Chances Of Dying Are Something Percent

My mother scares me when she drives. She drives like a frightened foreign woman from a country where men subdue women, and her nervousness makes me nervous.

Where we are now is heading north on Manheim Road in her tinfoil-on-wheels Hyundai. Where we are going is O’Hare International Airport.

Hashtag ORD.

I have not flown in 18 years, and all I can think about are television images of commercial airline wreckage scattered across fields like tornado debris.

When I tell people when it was the last time I boarded an airplane, they all respond the same. They all say, “Oh, Before 9/11.” Every time. Verbatim.

“Yes,” I say. “I not my head and agree and repeat, “Before 9/11.”

What this means for me is I have no idea. At least not yet I don’t, but I will soon enough.

Hashtag TSA employee.

Sitting in the passenger seat as my frantic mother maneuvers us through Friday morning traffic to one of the busiest airports ever known to God, I remind myself that the statistical likelihood of us dying on the way to the airport is greater than that of me plummeting to the earth in a steel fuselage at terminal velocity.

My mother driving the car, this chance increases exponentially.

What this thought does for me is substitute my fear from my near-future predicament (flying) to my current predicament (driving).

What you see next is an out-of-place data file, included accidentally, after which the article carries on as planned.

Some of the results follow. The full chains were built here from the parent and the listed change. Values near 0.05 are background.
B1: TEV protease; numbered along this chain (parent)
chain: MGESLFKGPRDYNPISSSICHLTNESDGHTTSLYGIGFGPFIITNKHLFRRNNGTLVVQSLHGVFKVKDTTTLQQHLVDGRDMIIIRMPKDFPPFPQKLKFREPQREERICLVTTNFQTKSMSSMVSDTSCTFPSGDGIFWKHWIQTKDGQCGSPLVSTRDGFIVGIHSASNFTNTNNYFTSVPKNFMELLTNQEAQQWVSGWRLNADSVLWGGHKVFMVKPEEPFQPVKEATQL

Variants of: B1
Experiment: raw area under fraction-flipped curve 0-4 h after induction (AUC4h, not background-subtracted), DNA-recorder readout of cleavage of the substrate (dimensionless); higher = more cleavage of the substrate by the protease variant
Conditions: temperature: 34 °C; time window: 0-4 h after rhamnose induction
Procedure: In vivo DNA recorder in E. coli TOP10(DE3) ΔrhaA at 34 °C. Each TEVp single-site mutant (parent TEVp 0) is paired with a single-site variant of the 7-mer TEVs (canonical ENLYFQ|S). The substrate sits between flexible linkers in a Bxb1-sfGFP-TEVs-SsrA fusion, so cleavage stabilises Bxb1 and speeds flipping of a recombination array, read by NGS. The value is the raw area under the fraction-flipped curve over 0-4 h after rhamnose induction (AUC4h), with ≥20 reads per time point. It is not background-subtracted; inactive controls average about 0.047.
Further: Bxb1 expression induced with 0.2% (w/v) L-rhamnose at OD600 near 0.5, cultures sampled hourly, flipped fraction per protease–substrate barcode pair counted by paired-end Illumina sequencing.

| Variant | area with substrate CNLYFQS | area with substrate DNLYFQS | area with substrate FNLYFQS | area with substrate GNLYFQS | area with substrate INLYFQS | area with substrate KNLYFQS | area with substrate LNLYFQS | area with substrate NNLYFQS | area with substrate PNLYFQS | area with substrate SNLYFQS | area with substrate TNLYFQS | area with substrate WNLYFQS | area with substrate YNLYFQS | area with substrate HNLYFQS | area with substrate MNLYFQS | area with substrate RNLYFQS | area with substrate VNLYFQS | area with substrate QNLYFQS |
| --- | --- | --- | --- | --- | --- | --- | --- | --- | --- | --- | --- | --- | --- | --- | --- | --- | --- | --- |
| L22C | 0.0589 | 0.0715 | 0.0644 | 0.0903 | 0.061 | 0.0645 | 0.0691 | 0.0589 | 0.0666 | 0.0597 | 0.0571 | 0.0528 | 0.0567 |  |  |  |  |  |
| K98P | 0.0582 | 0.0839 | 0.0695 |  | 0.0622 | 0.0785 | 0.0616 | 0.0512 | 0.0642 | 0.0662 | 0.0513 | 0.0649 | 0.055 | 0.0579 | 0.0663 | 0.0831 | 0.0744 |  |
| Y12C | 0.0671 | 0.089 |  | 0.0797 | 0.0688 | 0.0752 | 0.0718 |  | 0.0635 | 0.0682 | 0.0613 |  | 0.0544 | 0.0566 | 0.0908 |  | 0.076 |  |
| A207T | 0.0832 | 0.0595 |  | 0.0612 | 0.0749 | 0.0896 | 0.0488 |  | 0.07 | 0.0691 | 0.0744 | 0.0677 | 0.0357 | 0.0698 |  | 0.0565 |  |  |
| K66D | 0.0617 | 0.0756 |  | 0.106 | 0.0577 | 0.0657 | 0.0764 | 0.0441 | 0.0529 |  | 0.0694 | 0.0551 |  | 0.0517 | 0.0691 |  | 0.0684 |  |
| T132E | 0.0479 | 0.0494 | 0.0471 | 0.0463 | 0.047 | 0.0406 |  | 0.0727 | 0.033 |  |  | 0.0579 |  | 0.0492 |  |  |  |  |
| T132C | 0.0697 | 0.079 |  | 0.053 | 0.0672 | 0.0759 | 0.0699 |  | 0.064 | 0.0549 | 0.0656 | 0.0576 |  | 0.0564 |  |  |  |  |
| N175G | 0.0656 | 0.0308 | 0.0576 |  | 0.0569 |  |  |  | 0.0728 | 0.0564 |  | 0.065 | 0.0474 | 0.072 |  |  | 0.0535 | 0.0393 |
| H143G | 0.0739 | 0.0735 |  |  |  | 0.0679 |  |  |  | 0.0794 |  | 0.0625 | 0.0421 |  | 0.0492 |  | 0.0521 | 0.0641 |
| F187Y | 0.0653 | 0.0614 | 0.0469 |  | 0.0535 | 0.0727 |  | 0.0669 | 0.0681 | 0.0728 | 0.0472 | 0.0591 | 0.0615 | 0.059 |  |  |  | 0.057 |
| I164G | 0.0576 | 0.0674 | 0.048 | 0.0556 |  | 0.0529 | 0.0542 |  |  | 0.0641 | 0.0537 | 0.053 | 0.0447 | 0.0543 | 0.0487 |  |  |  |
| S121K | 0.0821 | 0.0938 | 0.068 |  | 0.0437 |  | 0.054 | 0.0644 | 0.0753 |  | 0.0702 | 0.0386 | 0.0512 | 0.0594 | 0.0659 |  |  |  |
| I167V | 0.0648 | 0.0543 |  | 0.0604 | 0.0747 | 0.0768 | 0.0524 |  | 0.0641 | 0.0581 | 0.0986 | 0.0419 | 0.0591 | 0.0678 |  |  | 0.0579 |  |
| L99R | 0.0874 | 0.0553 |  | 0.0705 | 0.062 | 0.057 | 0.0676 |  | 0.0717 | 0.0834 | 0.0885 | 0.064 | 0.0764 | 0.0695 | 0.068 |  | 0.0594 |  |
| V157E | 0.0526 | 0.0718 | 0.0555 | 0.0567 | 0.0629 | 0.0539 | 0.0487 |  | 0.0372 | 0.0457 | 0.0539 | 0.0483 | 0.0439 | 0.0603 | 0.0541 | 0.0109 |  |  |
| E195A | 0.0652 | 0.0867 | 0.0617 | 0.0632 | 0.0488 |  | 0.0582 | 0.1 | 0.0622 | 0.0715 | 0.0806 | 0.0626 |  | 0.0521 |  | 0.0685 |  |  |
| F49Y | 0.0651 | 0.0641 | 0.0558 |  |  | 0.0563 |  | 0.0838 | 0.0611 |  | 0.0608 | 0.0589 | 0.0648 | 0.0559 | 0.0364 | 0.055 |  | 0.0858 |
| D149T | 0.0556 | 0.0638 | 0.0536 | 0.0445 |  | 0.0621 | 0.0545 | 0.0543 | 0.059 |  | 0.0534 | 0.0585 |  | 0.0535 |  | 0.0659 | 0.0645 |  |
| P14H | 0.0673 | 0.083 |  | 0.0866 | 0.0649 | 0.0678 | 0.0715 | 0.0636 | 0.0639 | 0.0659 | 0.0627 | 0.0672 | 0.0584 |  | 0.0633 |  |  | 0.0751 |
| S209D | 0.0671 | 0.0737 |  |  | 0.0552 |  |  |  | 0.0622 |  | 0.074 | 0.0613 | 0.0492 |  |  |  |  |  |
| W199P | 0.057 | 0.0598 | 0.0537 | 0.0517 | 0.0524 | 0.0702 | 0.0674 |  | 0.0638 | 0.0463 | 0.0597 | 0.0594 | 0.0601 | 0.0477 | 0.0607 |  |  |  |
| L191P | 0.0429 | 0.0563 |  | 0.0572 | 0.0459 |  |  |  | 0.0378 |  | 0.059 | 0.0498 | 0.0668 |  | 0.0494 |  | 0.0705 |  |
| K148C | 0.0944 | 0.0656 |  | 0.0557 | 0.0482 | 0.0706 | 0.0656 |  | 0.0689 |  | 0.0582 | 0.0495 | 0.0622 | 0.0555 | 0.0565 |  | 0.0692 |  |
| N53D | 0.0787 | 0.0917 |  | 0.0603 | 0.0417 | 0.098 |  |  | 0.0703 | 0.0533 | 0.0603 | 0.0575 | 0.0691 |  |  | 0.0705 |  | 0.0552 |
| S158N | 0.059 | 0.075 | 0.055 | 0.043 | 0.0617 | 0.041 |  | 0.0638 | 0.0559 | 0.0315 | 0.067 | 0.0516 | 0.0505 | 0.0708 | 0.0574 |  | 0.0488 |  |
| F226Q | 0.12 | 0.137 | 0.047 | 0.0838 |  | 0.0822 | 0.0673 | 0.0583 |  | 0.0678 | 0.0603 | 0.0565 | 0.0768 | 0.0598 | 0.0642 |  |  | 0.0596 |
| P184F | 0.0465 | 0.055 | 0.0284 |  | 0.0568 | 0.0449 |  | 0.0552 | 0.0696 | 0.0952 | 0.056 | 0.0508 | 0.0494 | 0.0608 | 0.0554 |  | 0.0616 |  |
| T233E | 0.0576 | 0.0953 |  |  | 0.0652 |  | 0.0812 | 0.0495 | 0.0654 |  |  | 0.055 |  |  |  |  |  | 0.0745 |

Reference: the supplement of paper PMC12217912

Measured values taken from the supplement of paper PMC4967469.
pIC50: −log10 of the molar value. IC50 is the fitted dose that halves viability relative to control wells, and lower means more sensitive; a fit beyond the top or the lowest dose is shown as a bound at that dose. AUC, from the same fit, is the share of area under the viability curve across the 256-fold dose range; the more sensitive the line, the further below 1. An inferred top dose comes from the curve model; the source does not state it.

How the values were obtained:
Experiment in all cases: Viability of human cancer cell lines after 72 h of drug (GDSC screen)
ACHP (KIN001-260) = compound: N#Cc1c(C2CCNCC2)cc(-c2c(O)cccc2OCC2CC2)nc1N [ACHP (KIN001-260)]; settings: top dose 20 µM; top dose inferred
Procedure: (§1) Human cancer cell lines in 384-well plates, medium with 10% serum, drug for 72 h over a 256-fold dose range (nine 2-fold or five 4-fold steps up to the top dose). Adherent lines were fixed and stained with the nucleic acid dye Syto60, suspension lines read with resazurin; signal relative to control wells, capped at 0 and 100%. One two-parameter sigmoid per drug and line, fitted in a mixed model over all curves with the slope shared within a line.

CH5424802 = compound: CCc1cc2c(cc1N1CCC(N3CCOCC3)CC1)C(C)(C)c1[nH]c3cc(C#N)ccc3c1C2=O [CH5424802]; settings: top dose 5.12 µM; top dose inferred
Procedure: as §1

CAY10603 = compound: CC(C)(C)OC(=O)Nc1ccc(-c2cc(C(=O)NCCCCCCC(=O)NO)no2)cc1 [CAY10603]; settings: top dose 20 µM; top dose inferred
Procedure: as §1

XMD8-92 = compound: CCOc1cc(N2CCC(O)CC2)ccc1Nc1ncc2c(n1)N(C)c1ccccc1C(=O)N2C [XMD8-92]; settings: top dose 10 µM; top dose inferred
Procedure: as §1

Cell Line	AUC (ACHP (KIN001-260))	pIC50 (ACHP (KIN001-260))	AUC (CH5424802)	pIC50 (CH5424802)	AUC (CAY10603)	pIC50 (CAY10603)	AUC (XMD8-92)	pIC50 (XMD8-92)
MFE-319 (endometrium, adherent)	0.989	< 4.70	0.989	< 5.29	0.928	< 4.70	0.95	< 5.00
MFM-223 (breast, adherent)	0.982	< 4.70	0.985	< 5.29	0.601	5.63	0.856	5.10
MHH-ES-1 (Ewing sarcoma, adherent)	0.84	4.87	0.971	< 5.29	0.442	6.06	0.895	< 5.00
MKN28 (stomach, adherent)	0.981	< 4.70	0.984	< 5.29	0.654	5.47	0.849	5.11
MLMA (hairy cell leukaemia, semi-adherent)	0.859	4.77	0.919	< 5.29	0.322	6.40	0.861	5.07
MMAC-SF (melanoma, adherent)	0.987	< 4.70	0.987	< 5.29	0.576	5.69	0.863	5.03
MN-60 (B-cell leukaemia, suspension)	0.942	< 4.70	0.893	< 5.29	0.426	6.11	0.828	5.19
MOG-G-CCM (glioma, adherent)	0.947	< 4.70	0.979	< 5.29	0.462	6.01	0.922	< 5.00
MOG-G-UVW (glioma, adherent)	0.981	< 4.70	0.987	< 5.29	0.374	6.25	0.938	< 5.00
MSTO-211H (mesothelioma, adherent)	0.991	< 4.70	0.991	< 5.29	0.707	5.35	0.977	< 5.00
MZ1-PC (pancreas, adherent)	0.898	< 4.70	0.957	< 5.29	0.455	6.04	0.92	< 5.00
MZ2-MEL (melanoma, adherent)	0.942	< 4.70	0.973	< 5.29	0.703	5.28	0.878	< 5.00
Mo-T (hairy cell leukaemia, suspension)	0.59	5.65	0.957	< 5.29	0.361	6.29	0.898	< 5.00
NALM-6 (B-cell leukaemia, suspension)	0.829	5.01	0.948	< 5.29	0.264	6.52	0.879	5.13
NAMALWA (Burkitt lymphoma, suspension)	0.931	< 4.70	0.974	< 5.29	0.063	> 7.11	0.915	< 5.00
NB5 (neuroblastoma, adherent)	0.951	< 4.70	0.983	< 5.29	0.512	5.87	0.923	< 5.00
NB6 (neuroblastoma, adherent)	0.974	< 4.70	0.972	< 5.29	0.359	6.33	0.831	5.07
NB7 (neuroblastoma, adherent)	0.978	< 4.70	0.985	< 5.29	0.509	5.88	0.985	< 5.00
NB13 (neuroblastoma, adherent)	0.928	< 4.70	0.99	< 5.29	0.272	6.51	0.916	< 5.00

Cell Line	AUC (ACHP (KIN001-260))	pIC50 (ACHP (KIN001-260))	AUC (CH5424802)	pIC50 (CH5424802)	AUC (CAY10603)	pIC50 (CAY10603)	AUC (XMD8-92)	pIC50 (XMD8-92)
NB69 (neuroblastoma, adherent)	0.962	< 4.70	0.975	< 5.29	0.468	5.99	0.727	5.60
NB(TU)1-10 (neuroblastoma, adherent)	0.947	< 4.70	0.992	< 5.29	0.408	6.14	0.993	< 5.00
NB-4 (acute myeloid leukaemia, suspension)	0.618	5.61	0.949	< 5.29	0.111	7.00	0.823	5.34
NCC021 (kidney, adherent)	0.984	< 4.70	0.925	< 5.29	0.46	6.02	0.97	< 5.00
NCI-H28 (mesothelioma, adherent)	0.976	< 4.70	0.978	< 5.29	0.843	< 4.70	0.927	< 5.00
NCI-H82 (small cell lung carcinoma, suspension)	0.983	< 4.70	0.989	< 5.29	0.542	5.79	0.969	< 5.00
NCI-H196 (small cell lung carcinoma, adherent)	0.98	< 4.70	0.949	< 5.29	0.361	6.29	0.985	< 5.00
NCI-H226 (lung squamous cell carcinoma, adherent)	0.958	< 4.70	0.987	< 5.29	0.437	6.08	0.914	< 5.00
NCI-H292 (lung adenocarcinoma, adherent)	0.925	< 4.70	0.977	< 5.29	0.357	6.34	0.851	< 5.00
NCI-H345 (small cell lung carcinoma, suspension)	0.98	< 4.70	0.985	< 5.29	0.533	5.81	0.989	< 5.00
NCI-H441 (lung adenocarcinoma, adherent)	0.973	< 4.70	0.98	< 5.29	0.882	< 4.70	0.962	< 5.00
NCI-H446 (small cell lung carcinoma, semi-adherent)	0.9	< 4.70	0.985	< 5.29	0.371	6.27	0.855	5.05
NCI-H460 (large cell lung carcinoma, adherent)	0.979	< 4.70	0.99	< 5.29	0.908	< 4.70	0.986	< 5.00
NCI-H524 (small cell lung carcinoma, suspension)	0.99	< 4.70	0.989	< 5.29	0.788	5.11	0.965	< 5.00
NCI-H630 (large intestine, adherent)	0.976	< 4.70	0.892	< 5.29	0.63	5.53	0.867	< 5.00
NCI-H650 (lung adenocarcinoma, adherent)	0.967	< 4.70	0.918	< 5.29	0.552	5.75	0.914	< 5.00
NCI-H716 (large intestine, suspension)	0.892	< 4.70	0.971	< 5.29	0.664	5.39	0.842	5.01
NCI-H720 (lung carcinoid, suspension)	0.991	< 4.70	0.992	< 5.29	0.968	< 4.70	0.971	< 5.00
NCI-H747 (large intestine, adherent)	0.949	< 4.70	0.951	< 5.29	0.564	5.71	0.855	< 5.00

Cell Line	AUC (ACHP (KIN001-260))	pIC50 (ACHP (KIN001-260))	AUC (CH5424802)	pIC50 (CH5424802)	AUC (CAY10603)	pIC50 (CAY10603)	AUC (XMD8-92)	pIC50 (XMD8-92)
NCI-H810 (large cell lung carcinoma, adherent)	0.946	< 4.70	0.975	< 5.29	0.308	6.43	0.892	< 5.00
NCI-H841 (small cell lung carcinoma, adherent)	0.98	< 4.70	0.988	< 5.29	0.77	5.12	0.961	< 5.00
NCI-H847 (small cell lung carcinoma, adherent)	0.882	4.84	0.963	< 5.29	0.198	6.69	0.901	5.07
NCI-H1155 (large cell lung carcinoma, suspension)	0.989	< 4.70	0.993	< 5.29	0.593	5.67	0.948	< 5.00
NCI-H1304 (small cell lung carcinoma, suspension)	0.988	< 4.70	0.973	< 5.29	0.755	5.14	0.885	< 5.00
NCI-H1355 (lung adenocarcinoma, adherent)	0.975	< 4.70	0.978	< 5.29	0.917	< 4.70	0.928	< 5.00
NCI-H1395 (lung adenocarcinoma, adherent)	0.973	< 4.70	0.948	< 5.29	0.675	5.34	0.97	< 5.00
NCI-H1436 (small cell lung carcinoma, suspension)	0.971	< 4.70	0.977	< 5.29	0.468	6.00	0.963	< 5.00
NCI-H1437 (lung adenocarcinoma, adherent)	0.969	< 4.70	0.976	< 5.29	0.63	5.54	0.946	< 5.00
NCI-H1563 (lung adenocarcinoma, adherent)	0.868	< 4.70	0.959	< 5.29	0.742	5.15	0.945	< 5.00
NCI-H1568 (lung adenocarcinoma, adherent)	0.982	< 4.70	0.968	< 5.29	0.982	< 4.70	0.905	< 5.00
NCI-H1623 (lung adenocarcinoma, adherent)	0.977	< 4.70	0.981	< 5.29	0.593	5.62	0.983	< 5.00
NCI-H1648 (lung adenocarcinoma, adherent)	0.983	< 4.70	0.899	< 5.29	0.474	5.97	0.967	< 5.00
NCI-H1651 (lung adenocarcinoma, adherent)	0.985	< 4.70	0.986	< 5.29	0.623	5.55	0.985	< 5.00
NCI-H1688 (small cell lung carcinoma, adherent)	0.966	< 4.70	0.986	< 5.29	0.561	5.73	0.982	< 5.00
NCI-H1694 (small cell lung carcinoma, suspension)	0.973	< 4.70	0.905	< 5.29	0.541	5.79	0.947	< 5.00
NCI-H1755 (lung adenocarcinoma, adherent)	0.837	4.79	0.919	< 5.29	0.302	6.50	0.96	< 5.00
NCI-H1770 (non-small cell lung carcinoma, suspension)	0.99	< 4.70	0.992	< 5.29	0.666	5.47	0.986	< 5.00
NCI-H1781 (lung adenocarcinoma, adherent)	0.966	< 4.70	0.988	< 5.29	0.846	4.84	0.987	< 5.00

Hashtag transference.

The anticipation-of-death-is-worse-than-death-itself sensation that I feel in my guts as we inch our way toward the American Airlines Departures gate tells me that the Lorazepam I took at breakfast earlier this morning has yet to kick in.

Hashtag prescription sedative.

Trying to think about something else, George Clooney comes to mind. George and that warm-hearted, meet-cute movie he did where he was flying all over the country firing people from their miserable jobs.

Hashtag Up In The Air.

Great movie. That will be me in a few hours: Up in the air.

The movie opens with George Clooney packing to go on one of his trips. George is getting ready to fly somewhere and relieve some poor bastard of his or her source of income.

This opening scene plays with a voice-over of George’s smooth, baritone voice explaining his lifestyle as compared to the packing technique of his carry-on luggage.

Clever, George. Very clever.

As a psychological parlor trick, I tell myself that when I am up in the air and images of black smoke or detached emergency-exit doors or descended oxygen masks come to mind, I will think of George Clooney.

I tell myself, when I begin to play hypothetical scenarios of passengers stampeding down the narrow aisle in a frenzy of panic, when my sweating palms are gripping the armrests because I can fathom nothing but pandemonium in a pressurized steel tube at 35,000 feet, I will think of George Clooney.

I will visualize George in his little apartment, packing his little carry on luggage-on-wheels. I will see him look up from the simple preparation he has done a thousand times before and smirk at me and say, “It ain’t nothing.”

I will listen to the sound of George’s voice, and I will be calm. Up in the air, everything will be as right as rain.

Hashtag self-delusional.

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Author: Joe Stallone

Fiction Writer

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